CD signs of stress: Other lenders are already in more dire straits. IndyMac Bancorp a large savings and loan institution and a leading mortgage lender, is one of Cassidy’s biggest concerns, with a whopping Texas Ratio around 140%.
IndyMac is currently offering the highest rates on one-year CDs, according to Bankrate.com. Others in the top 10 include Corus Bankshares, Imperial Capital Bancorp and GMAC bank.
When Countrywide Financial was struggling last year, its federal savings bank unit began offering some of the highest CD rates in the US to build deposits. Bank of America has since agreed to acquire Countrywide and it didn’t make it onto Bankrate.com’s list of top 10 CD rates this week.
Construction loan destruction: Construction and development, or C&D, loans made up 83% of the Chicago-based bank’s total loans at the end of 2007, according to RiskMetrics Group. This type of loans helps to pay for things like the building of real-estate development projects and the construction of office buildings.
Small and medium-sized banks found it difficult to compete with large lenders in the national markets for mortgages and other consumer loans. So many focused on C&D loans because this type of financing relies more on local, personal connections, said Zach Gast, financial sector analyst at RiskMetrics. As the real estate market boomed, C&D loans did too. A decade ago, bank holding companies had $60 billion of these loans. That number is now $480 billion, according to Gast, who also notes that C&D loans are almost never securitized, so they’re held on banks’ balance sheets.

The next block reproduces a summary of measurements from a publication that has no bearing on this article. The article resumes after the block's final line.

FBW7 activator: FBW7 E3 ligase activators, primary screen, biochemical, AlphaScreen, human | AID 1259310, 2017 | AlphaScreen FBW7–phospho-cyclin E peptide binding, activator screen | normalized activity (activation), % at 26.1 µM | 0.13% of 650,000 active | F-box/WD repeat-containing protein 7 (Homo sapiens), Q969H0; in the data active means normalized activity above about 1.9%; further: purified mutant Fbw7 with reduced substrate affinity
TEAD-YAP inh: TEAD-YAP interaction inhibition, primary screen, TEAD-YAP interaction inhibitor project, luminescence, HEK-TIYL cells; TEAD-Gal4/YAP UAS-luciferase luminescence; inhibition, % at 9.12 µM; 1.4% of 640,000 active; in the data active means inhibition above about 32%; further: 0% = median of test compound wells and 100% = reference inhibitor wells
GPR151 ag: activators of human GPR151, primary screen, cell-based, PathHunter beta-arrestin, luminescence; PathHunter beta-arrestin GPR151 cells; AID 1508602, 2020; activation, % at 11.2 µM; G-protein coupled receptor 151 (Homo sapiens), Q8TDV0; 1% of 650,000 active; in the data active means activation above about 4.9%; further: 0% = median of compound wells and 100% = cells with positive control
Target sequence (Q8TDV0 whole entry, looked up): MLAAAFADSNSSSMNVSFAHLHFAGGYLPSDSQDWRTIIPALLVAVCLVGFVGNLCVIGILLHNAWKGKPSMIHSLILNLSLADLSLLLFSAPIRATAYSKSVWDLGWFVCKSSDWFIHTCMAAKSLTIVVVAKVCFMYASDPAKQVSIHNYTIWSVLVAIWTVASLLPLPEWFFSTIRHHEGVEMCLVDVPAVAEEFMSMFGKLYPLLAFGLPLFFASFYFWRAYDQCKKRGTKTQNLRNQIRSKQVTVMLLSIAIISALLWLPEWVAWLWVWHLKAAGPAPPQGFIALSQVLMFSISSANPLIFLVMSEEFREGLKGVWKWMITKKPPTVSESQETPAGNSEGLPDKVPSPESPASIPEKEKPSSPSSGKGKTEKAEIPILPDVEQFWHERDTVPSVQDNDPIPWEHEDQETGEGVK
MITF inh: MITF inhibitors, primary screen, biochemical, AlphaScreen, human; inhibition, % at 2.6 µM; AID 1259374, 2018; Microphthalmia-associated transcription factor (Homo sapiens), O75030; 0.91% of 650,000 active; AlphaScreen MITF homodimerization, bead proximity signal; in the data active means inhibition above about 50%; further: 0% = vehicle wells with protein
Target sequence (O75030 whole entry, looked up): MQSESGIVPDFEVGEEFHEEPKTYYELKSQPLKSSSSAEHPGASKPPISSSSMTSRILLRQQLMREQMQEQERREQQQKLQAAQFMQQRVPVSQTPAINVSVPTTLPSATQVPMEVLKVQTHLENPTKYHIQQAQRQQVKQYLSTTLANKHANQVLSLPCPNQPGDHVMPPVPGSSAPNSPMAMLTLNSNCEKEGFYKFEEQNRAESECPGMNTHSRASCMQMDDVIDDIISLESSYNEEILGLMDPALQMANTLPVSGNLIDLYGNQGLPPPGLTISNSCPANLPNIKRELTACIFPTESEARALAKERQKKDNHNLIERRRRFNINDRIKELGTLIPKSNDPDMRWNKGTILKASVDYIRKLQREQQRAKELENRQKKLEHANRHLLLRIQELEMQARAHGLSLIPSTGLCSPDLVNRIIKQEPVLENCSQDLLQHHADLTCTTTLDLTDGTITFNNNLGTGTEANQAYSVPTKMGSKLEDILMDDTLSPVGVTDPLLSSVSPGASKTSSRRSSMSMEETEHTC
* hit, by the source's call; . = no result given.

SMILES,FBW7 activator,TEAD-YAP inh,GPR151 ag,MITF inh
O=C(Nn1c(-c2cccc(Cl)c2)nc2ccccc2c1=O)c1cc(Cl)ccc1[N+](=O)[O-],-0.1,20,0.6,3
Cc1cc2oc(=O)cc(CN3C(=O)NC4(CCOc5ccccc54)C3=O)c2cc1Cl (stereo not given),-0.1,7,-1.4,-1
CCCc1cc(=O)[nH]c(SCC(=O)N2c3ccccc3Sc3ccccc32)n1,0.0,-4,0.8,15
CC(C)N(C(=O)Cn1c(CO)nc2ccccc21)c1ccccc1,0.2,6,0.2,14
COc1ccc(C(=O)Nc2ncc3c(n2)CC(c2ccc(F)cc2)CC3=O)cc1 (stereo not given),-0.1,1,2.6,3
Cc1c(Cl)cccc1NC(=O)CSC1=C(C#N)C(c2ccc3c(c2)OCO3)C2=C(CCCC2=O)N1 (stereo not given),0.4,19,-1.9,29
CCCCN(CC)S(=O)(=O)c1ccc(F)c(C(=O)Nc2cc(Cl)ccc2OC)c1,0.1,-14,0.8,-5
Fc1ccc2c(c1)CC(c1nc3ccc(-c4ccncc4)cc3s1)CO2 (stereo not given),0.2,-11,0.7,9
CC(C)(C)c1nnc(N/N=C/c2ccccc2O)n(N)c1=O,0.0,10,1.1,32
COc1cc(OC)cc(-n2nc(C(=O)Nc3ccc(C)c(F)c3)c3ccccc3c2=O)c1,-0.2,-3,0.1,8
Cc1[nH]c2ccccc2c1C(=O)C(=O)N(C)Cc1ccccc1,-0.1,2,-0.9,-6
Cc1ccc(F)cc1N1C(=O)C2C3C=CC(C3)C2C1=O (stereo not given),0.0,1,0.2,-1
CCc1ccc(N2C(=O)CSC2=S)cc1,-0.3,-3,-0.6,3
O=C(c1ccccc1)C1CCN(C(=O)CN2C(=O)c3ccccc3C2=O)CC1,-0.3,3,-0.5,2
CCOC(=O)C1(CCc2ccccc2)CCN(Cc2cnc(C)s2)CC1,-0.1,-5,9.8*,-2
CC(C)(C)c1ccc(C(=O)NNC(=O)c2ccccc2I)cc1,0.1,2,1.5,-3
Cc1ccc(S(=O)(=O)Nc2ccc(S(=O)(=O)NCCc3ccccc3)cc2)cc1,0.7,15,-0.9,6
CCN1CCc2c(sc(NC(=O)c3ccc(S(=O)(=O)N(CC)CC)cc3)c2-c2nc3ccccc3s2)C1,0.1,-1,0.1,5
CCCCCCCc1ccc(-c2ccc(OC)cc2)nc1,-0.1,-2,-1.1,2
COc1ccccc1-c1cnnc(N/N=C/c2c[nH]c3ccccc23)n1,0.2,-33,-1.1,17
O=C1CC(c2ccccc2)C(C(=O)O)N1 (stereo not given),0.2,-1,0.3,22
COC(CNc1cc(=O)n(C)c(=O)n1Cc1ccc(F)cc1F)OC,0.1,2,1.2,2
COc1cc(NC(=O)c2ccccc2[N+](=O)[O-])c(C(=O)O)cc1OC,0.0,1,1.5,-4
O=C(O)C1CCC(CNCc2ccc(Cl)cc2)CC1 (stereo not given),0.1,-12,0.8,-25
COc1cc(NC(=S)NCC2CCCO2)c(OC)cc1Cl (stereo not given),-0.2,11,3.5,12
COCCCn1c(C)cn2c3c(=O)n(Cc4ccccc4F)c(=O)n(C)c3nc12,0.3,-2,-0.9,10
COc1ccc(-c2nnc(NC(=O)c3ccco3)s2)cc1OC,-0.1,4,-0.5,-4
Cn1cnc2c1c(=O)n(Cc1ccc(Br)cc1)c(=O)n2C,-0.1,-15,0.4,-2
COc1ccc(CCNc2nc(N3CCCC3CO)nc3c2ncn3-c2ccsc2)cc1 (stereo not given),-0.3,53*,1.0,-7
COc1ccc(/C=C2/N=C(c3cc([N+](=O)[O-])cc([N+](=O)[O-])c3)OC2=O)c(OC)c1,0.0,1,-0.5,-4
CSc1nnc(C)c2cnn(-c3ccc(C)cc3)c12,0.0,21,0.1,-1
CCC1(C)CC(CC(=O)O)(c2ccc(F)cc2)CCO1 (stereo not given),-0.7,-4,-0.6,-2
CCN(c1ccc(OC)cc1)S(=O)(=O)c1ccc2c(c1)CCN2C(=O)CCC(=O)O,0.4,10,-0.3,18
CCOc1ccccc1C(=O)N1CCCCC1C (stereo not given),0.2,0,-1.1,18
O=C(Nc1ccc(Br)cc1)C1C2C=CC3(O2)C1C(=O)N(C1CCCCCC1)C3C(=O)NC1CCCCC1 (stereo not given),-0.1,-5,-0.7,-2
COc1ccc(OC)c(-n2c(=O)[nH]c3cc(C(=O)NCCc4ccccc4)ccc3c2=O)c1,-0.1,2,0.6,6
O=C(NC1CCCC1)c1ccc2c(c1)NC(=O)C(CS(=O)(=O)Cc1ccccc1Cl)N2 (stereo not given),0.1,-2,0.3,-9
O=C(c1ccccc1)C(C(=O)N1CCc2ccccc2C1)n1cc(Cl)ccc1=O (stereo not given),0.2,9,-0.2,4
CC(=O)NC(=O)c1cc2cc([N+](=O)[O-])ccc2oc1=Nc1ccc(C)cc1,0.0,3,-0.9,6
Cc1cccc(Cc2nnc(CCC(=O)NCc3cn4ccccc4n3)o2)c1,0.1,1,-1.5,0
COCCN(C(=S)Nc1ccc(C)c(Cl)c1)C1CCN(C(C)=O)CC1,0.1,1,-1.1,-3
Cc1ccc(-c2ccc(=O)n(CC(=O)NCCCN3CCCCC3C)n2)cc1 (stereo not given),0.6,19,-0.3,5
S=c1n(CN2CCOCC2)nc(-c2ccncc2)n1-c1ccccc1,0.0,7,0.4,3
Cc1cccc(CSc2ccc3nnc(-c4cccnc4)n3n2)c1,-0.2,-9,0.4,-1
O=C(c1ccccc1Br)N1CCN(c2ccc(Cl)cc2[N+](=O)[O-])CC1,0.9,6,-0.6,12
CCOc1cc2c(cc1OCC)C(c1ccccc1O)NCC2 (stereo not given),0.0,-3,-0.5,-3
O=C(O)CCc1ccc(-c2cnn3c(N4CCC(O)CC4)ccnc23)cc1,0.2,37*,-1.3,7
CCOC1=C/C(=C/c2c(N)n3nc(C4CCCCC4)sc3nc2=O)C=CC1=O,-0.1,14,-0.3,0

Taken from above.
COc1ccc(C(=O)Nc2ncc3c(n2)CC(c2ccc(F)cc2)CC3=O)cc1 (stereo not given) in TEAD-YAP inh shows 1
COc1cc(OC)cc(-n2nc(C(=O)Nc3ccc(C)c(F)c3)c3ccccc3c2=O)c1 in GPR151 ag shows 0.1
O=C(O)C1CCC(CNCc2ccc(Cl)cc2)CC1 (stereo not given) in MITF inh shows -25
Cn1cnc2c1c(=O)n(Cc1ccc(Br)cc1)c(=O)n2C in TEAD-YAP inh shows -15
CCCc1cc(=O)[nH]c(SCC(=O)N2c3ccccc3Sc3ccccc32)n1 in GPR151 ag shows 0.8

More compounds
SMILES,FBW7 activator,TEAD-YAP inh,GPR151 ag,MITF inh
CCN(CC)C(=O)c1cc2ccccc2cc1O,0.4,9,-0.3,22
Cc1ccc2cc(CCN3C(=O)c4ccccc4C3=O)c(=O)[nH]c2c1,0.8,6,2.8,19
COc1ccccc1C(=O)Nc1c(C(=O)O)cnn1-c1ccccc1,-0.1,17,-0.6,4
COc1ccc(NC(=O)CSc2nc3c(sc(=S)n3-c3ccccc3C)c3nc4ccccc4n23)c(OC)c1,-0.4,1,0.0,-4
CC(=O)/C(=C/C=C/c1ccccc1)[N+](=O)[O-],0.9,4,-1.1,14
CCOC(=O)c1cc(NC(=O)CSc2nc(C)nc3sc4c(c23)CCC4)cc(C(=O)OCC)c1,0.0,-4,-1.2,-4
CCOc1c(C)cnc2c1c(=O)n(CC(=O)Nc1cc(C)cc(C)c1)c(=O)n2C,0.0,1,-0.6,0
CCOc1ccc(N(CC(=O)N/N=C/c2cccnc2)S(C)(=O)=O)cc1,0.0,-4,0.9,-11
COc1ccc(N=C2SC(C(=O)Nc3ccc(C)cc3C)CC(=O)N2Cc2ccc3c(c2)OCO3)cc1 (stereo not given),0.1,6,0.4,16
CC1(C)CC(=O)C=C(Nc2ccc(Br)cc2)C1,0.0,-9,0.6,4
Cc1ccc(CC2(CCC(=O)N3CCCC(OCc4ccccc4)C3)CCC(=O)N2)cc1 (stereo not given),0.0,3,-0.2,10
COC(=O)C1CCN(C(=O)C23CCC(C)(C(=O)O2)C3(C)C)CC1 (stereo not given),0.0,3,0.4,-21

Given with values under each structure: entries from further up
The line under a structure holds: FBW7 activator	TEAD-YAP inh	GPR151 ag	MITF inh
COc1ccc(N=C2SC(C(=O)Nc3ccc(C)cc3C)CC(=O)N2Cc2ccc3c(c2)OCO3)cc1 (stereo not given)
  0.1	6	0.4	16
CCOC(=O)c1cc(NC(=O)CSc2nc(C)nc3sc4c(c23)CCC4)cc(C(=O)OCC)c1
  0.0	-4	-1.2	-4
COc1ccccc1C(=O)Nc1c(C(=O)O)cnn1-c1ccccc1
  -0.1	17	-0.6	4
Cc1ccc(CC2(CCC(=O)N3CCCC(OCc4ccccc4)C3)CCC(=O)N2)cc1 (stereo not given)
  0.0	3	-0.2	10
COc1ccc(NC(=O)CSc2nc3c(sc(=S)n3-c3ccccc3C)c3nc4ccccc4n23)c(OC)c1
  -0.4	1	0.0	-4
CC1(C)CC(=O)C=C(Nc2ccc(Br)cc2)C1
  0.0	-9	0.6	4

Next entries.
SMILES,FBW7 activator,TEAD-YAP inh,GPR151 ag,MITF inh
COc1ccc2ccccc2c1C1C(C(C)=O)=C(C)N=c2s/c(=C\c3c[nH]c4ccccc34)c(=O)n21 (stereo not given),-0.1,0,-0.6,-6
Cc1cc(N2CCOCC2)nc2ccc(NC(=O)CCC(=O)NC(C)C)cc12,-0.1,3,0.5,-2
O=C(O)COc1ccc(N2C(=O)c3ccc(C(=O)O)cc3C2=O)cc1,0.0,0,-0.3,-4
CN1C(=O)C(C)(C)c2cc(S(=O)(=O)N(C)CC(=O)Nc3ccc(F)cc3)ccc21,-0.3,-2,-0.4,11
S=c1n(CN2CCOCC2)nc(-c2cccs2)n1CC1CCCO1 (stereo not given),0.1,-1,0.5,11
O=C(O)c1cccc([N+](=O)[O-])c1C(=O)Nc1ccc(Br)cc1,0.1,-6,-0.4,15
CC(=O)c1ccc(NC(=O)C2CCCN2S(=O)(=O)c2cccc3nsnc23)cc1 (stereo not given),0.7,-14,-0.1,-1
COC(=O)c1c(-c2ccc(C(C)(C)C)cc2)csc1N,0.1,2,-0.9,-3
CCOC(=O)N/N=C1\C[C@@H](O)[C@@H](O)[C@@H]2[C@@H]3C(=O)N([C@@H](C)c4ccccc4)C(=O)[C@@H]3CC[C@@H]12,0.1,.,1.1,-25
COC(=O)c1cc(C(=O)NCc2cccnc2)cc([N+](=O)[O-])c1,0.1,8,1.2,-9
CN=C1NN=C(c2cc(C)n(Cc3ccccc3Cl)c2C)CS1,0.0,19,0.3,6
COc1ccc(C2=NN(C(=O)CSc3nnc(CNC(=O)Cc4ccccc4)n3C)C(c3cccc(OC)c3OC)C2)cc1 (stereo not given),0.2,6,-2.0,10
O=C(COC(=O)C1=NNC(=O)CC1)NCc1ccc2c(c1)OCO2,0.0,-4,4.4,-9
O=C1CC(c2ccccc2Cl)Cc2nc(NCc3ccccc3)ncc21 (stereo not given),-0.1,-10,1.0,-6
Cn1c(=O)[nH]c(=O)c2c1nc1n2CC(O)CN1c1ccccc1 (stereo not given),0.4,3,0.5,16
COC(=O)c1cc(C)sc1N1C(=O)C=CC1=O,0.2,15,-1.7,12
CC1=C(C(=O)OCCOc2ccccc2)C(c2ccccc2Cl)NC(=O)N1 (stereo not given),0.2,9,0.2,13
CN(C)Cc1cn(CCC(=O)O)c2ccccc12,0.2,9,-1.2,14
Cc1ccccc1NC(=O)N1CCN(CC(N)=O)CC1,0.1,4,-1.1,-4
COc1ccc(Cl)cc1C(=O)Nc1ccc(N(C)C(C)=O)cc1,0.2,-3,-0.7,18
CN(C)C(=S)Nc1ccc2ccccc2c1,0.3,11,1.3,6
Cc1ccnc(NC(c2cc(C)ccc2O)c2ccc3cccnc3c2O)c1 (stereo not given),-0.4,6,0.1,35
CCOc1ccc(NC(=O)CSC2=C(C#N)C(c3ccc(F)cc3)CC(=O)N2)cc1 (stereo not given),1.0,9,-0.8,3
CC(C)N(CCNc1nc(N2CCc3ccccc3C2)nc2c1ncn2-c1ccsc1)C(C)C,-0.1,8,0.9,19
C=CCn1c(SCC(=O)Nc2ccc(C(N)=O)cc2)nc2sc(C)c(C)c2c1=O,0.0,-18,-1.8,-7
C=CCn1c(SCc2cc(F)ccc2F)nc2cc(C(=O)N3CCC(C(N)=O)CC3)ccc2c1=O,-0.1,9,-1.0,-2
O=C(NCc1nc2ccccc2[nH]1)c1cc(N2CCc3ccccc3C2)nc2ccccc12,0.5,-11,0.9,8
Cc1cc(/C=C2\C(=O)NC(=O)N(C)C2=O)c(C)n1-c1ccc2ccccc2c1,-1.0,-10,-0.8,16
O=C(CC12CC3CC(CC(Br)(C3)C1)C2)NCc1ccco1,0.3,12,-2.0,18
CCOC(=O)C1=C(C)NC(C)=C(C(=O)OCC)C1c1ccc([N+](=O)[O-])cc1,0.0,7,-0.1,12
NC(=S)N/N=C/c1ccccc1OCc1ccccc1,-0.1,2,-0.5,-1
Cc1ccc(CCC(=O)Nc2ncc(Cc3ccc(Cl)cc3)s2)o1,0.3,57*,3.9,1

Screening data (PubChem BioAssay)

Such rapid loan growth usually creates trouble later. Indeed, delinquencies represented 7.1% of total C&D loans at the end of the first quarter, up from 0.9% at the end of 2005, Gast said. Colonial BancGroup had 37% of its loans in C&D loans at the end of last year, while Sterling Financial had 33% and UCBH had 20%. East West Bancorp a rival to UCBH, is also exposed, with 25% of total loans in C&D assets at the end of 2007, RiskMetrics data show.
Regulators: Where were regulators when these banks built up such large exposures? That’s a question RBC’s Cassidy has been asking himself, noting that “they dropped the ball in a big way.” Officials at the FDIC declined to comment.
Efforts by the Securities and Exchange Commission to make sure banks report accurate earnings may have made the situation worse, Cassidy says. Bank regulators try to encourage institutions to build reserves in good times, so they’re ready for downturns. But the SEC has been worried that banks might use reserves to smooth reported earnings, so it advised some lenders that they couldn’t set aside reserves if they weren’t experiencing commensurate credit losses, Cassidy explained.
Crisis redux? The FDIC had highlighted 76 banks that it considered troubled at the end of 2007. That’s up from 50 at the end of 2006, which was the lowest level for at least 25 years. Once identified by regulators, troubled banks are often required to limit or halt loan growth and shrink their balance sheets by selling some assets, Cassidy said. Resolution and receivership specialists at the FDIC, like Gary Holloway, value troubled banks’ assets as quickly as possible and try to find a stronger bank to absorb the weaker entity through an acquisition.
The current crisis hasn’t reached the scale of the savings and loan crisis. In 1990, more than 1,500 banks were on the FDIC’s troubled watch list, out of a total of roughly 15,000. More than 1,000 banks failed in 1988 and 1989, FDIC data show. But it’s possible for such comparisons to understate the scope of the coming wave of insolvencies.